Transparent and opaque washes

This series of exercises explored the use of transparent and opaque paint looking at different ways of applying the paint and the potential uses of each. The first part of the exercise was to create a tonally graded wash and then, working wet-on-wet, merge two colours.

Graded wash using two colours of transparent paint

Graded wash using two colours of transparent paint

Even using wet-on-wet I found that the colours weren’t always merging as smoothly as I’d like with the acrylic drying very fast and the acrylic paper almost creating a resistance to the brush. It was hard to get the colour even and I found myself using a lot of water which was giving me less control of the paint.

 Overlaying washes

The next exercise was to blend the same colours but to wait until the first colour had dried. I did have more control of the paint  but had to work quickly to make the colours blend. Both techniques, using transparent paint, ensure that a luminous quality is retained and worth using for pictures that require that quality of light.

Opaque colour mixing

For this part of the exercise the aim was to attempt to recreate a transparent graded wash using opaque colour mixes.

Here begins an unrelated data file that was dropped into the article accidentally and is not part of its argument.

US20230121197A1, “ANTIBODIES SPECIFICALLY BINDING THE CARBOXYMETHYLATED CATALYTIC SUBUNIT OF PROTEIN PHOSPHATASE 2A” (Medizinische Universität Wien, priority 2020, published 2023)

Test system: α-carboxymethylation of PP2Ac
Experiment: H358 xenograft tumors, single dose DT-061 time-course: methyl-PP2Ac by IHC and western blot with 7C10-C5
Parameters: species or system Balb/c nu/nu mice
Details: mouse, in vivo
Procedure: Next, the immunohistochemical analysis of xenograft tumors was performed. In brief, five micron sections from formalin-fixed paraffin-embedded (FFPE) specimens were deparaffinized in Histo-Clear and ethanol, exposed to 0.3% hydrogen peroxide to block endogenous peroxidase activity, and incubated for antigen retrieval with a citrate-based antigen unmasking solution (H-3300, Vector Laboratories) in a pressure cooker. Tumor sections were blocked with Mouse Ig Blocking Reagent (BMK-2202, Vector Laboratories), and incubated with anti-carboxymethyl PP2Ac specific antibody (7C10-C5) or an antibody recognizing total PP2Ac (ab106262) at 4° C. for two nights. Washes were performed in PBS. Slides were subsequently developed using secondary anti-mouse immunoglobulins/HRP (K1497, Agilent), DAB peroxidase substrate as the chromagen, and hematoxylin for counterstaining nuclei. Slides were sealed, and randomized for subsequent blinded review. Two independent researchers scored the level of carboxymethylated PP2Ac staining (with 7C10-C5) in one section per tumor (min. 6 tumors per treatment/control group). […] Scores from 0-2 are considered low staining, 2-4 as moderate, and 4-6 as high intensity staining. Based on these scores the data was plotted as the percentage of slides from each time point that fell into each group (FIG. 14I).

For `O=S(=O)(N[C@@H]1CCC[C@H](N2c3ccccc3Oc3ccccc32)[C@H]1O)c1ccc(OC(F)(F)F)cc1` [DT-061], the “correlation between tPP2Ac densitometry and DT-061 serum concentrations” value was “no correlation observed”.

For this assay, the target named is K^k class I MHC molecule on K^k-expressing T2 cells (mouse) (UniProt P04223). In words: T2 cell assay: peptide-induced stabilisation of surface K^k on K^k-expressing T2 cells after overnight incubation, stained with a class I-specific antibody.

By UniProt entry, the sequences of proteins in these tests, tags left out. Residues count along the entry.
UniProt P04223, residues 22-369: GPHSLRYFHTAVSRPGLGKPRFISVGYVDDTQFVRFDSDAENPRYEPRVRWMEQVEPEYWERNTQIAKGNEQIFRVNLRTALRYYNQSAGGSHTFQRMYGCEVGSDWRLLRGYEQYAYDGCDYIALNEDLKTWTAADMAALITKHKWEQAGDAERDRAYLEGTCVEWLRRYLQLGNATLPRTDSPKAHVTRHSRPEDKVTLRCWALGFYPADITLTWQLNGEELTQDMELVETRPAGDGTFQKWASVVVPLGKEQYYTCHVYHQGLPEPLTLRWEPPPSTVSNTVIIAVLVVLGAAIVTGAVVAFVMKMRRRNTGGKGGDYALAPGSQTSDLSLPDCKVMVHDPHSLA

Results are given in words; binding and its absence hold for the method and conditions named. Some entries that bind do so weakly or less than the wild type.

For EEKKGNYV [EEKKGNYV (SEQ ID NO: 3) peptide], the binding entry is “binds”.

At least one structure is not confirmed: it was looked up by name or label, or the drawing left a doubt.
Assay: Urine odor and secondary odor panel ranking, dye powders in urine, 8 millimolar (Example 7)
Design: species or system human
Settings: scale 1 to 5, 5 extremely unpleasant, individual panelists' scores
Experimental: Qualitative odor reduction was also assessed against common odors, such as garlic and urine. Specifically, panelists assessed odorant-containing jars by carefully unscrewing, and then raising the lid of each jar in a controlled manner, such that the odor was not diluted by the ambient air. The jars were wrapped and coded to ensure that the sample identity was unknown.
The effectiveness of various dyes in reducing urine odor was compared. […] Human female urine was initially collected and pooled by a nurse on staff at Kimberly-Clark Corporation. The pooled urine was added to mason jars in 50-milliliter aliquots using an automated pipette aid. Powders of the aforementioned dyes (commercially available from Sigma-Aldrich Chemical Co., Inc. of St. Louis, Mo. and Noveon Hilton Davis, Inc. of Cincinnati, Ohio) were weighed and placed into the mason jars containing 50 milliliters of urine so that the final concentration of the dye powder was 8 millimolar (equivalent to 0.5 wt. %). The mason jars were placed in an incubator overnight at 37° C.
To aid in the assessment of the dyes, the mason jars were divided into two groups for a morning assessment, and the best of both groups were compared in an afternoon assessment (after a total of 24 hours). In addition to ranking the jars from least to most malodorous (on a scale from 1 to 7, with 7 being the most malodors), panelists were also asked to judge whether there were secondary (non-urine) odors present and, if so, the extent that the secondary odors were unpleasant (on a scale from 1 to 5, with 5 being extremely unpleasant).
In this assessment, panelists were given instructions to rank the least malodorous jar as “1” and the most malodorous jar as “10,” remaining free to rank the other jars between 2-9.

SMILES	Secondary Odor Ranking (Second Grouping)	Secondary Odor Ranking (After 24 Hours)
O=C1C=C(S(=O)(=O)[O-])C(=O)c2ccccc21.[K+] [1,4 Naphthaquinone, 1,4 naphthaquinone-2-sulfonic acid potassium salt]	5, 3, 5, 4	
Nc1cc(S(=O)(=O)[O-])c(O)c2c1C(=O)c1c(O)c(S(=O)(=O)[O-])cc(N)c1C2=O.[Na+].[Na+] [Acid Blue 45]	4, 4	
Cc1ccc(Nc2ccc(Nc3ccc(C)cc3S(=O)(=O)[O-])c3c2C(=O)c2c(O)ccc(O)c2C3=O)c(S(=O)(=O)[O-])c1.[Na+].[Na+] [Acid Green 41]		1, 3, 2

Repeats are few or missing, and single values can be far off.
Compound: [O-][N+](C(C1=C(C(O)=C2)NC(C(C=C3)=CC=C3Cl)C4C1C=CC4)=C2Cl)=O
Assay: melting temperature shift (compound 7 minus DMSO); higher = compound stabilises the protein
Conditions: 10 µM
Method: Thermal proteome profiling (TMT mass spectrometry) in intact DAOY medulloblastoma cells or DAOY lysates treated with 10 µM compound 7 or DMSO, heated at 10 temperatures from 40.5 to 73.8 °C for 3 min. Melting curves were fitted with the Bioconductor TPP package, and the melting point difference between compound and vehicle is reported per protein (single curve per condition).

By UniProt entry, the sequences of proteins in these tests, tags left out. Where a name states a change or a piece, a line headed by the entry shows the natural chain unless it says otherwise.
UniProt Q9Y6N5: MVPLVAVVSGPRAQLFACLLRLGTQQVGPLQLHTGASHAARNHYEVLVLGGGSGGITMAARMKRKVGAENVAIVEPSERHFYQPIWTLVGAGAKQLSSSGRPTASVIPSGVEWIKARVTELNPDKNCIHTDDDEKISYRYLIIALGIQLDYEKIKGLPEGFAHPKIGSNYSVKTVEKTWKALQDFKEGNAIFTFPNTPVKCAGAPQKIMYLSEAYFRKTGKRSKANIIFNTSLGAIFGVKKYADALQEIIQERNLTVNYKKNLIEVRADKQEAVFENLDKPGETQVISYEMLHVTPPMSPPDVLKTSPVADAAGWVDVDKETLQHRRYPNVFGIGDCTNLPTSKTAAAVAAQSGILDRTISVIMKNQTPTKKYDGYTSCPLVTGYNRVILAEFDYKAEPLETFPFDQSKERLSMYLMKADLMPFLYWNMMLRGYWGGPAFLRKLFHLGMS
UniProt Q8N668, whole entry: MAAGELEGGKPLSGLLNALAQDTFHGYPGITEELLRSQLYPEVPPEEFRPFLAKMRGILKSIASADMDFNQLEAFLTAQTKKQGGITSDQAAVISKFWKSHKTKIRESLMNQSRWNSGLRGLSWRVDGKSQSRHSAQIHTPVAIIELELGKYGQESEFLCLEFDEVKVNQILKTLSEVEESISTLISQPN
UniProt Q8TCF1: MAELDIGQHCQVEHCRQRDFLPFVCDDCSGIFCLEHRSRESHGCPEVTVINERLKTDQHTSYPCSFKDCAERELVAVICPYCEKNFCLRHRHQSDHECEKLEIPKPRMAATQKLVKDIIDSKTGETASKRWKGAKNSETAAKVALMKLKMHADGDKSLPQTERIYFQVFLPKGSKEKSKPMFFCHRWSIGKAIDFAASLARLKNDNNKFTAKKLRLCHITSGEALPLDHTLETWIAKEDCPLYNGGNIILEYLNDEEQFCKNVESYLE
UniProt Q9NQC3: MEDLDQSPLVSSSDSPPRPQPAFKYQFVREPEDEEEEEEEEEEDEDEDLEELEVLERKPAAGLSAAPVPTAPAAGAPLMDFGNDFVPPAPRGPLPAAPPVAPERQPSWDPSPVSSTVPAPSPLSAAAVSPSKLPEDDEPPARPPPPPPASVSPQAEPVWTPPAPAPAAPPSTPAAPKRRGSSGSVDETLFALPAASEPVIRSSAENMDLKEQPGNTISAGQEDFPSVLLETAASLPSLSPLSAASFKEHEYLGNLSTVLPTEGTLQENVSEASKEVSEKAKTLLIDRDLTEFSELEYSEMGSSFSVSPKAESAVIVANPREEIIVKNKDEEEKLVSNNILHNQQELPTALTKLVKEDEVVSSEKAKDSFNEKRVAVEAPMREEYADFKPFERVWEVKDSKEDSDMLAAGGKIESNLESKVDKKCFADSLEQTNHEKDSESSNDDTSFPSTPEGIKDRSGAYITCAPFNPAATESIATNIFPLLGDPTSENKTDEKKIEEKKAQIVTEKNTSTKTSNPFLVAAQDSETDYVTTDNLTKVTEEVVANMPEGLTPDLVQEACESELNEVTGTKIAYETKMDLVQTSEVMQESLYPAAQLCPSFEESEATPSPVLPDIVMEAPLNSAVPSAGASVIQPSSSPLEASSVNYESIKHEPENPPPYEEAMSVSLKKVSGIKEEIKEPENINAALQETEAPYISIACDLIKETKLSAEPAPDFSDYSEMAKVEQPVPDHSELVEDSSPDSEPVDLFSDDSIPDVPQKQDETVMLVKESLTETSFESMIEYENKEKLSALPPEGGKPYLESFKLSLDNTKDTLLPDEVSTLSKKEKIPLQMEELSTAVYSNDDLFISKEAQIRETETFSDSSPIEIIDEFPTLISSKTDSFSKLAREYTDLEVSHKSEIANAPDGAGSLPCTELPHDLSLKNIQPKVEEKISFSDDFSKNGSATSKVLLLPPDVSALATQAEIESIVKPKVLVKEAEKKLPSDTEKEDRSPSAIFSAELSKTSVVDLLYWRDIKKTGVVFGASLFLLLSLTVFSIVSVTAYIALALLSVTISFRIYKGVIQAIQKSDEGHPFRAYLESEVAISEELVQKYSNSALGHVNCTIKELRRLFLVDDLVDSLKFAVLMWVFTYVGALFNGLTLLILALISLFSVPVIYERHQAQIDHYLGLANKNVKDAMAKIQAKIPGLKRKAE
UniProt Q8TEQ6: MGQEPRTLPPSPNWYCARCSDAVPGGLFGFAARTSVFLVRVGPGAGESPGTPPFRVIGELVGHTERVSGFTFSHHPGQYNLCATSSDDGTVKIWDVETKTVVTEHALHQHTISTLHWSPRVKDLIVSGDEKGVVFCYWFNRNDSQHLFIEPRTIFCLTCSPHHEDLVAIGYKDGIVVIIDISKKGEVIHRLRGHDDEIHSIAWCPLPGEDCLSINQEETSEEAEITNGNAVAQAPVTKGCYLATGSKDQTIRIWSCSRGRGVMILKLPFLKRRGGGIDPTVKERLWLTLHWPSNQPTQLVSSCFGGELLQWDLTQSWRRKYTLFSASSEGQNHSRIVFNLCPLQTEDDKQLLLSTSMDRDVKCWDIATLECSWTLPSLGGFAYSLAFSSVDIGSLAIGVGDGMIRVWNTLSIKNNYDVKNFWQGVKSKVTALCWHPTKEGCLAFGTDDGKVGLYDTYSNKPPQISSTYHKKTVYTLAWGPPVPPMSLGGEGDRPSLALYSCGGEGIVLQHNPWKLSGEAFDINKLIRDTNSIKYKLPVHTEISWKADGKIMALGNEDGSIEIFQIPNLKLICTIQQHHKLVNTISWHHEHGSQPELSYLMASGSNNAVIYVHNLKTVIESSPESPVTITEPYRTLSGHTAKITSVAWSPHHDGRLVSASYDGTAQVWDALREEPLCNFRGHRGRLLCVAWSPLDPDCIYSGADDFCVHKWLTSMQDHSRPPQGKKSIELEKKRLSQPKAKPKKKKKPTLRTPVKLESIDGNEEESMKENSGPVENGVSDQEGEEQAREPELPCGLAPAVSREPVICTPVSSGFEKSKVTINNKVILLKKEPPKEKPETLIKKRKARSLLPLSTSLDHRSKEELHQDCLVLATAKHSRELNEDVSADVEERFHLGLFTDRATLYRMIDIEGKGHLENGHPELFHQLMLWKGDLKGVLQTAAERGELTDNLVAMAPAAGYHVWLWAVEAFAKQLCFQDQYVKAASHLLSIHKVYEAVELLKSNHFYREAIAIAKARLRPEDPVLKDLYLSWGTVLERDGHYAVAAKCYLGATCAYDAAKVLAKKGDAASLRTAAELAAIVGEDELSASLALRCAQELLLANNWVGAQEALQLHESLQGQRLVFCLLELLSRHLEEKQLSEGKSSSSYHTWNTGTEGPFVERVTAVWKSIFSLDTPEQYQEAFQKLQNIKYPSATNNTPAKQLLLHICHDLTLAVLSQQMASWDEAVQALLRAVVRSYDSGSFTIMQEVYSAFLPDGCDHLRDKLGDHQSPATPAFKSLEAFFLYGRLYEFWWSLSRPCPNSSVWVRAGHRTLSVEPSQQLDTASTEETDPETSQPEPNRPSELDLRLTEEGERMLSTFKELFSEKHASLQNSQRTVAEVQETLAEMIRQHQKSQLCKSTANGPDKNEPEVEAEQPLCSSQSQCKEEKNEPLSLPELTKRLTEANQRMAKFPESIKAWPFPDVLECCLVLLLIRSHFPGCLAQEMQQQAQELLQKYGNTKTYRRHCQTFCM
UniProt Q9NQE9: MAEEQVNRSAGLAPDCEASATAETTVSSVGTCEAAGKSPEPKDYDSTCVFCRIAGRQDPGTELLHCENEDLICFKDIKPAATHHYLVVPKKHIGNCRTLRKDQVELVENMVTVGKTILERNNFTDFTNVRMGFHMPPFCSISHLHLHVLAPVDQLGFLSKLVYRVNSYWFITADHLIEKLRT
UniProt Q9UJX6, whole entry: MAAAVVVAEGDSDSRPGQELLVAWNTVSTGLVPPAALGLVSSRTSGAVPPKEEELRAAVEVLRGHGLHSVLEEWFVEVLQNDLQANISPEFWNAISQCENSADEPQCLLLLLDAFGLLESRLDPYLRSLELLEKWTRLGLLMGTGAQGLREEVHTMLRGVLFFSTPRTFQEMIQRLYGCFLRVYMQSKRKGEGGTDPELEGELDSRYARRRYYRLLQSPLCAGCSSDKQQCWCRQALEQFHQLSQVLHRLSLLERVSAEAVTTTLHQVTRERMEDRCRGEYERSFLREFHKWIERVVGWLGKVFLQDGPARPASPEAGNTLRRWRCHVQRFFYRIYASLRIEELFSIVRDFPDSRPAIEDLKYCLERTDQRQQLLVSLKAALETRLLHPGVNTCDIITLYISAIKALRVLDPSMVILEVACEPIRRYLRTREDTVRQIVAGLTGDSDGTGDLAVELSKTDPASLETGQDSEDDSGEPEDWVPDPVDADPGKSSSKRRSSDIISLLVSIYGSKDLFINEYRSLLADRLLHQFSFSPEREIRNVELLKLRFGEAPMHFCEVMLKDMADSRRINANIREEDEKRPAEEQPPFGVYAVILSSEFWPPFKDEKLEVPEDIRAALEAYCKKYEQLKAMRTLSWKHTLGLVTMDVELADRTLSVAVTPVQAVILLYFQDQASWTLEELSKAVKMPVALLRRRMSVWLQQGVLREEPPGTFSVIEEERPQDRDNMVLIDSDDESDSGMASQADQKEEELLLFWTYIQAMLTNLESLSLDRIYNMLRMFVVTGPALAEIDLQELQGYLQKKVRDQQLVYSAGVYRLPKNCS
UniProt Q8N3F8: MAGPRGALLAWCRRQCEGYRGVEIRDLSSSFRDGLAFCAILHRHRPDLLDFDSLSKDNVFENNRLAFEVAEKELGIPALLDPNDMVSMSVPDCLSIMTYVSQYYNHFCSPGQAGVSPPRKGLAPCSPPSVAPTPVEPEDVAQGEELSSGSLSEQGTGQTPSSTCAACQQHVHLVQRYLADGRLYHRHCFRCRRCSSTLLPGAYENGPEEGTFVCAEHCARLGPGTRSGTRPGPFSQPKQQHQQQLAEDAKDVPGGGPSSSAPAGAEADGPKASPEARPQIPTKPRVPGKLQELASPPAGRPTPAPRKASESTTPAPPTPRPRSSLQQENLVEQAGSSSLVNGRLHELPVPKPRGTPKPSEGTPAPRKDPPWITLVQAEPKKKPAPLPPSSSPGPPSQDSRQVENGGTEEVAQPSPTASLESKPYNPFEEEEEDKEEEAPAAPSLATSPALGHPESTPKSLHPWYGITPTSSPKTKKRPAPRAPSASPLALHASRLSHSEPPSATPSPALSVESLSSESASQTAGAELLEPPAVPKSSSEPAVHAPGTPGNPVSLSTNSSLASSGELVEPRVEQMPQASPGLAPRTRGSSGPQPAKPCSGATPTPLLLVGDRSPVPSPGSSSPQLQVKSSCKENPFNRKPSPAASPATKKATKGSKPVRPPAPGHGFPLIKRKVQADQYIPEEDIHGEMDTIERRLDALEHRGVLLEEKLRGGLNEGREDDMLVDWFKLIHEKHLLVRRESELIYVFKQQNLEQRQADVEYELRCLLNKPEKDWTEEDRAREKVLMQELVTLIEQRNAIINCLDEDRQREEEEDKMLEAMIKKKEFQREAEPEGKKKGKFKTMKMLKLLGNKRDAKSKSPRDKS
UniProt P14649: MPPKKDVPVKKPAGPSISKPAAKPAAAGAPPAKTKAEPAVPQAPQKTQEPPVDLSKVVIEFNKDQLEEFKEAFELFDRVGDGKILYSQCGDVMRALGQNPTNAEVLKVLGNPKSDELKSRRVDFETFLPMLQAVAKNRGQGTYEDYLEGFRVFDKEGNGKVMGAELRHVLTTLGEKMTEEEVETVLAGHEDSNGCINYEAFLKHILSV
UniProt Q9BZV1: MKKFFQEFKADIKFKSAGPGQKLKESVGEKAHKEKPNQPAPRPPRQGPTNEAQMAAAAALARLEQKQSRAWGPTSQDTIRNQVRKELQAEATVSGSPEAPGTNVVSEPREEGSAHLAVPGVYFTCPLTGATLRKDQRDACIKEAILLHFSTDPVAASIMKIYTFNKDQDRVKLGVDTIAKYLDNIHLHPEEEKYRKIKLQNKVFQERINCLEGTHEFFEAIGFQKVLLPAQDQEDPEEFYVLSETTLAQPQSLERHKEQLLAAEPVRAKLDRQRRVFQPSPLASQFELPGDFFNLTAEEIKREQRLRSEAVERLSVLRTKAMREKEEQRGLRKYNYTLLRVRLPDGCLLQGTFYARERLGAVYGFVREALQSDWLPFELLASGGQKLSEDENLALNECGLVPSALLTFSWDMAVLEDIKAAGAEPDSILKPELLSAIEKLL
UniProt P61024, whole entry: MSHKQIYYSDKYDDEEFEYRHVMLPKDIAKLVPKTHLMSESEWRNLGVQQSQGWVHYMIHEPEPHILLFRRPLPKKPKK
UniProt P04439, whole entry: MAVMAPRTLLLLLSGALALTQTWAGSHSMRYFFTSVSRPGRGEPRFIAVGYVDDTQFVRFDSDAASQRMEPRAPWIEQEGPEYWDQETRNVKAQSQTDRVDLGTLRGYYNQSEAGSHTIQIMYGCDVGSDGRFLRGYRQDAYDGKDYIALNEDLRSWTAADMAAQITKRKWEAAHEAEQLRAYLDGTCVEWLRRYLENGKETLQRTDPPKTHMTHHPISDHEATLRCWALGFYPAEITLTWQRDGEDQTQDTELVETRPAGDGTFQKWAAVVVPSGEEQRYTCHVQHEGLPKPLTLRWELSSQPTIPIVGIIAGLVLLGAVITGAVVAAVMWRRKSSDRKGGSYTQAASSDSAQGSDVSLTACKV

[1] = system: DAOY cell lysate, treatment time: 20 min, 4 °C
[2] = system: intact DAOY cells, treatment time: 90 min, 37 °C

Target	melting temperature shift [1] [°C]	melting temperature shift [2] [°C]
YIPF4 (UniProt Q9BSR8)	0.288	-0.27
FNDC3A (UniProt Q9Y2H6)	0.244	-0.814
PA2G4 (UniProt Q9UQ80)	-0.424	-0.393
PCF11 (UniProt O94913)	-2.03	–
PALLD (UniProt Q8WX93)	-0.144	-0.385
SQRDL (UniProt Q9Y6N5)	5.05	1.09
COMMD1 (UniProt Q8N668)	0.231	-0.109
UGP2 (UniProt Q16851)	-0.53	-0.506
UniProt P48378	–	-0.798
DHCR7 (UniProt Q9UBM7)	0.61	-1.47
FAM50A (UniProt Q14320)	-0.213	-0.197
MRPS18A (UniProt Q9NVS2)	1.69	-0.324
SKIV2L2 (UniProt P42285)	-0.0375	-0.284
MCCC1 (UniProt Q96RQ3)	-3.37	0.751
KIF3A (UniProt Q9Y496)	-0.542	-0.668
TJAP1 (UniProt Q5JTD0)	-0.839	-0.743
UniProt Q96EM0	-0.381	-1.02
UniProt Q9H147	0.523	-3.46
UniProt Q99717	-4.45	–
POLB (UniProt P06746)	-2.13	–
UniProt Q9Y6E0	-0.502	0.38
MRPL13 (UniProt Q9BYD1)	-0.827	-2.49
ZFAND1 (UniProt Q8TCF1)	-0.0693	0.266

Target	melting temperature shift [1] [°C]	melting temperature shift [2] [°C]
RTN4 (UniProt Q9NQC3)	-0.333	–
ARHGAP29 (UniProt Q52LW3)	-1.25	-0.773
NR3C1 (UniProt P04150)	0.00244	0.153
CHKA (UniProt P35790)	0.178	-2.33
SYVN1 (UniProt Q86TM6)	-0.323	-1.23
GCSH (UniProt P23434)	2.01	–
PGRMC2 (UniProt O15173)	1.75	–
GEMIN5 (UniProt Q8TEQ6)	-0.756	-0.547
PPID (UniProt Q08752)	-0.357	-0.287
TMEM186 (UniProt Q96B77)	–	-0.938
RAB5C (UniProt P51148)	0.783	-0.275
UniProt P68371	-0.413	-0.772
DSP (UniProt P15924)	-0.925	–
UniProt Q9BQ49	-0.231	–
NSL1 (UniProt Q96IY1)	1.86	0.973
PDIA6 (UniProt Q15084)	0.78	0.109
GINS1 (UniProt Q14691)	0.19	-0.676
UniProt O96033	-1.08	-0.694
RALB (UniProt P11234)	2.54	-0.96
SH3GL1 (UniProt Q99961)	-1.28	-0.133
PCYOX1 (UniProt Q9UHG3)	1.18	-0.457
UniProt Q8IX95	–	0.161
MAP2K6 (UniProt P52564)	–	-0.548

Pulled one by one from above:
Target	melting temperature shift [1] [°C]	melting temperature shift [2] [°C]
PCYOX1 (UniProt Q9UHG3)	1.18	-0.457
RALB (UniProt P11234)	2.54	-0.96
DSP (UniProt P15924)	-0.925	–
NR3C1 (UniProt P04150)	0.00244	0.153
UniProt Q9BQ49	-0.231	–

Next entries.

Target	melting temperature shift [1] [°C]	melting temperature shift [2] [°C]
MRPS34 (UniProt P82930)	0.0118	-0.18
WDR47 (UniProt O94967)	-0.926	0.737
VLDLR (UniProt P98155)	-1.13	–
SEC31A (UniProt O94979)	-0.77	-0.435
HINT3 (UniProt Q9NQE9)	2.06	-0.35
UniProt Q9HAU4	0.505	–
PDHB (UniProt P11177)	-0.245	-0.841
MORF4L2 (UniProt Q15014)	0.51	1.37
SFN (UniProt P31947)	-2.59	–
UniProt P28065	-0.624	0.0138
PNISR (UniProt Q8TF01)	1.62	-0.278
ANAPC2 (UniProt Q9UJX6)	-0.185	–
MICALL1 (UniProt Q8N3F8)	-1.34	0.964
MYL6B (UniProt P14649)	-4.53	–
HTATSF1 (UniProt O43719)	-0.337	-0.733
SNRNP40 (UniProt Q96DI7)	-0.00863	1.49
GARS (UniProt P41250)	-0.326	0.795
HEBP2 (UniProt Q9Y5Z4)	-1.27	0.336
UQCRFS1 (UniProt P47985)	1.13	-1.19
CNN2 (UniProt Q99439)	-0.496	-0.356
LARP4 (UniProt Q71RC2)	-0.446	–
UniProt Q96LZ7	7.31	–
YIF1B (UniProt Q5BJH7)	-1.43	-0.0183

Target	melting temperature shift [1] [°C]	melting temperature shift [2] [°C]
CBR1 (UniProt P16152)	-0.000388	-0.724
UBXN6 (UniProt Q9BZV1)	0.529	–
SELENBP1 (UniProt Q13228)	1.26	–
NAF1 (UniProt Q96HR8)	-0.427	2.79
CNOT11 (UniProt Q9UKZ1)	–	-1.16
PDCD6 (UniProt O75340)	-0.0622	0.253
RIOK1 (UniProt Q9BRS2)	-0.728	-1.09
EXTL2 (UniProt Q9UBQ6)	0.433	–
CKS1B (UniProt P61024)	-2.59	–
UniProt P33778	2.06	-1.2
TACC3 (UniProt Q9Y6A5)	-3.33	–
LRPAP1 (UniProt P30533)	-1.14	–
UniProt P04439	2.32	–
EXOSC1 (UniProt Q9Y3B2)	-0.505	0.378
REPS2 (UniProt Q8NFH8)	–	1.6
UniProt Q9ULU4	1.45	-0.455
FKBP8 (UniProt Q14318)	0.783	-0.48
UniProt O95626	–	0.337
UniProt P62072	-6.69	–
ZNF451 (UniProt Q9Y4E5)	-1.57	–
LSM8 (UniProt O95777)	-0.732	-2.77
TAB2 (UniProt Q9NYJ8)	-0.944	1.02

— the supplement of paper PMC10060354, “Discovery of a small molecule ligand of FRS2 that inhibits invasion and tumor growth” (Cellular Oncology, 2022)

Graded wash using transparent paint

Graded wash using transparent paint

Using wet-on-wet transparent washes did mean I had less control with the way that the paint blended on the paper. Depending on the effect required this could be frustrating or could take the painting in a new direction – just a case of knowing when to stop and not overwork the piece.

Graded wash using opaque paint mix

Graded wash using opaque paint mix

To recreate the effect using opaque paint I had to work harder blending the acrylic and the result was more solid looking.

Learning Points

  • I liked the luminous, more ethereal quality that I got from using transparent mixes. This could be used for conveying glowing light.
  • Using opaque created a more solid look. Using transparent /opaque in one picture could be useful when trying to convey early morning or evening light or to contrast the light of the sky with the surrounding landscape.
  • Using opaque paint or overlaying a dried wash offered more control but I liked the potential of  chance results by using wet-on-wet which could take a painting in a different direction.

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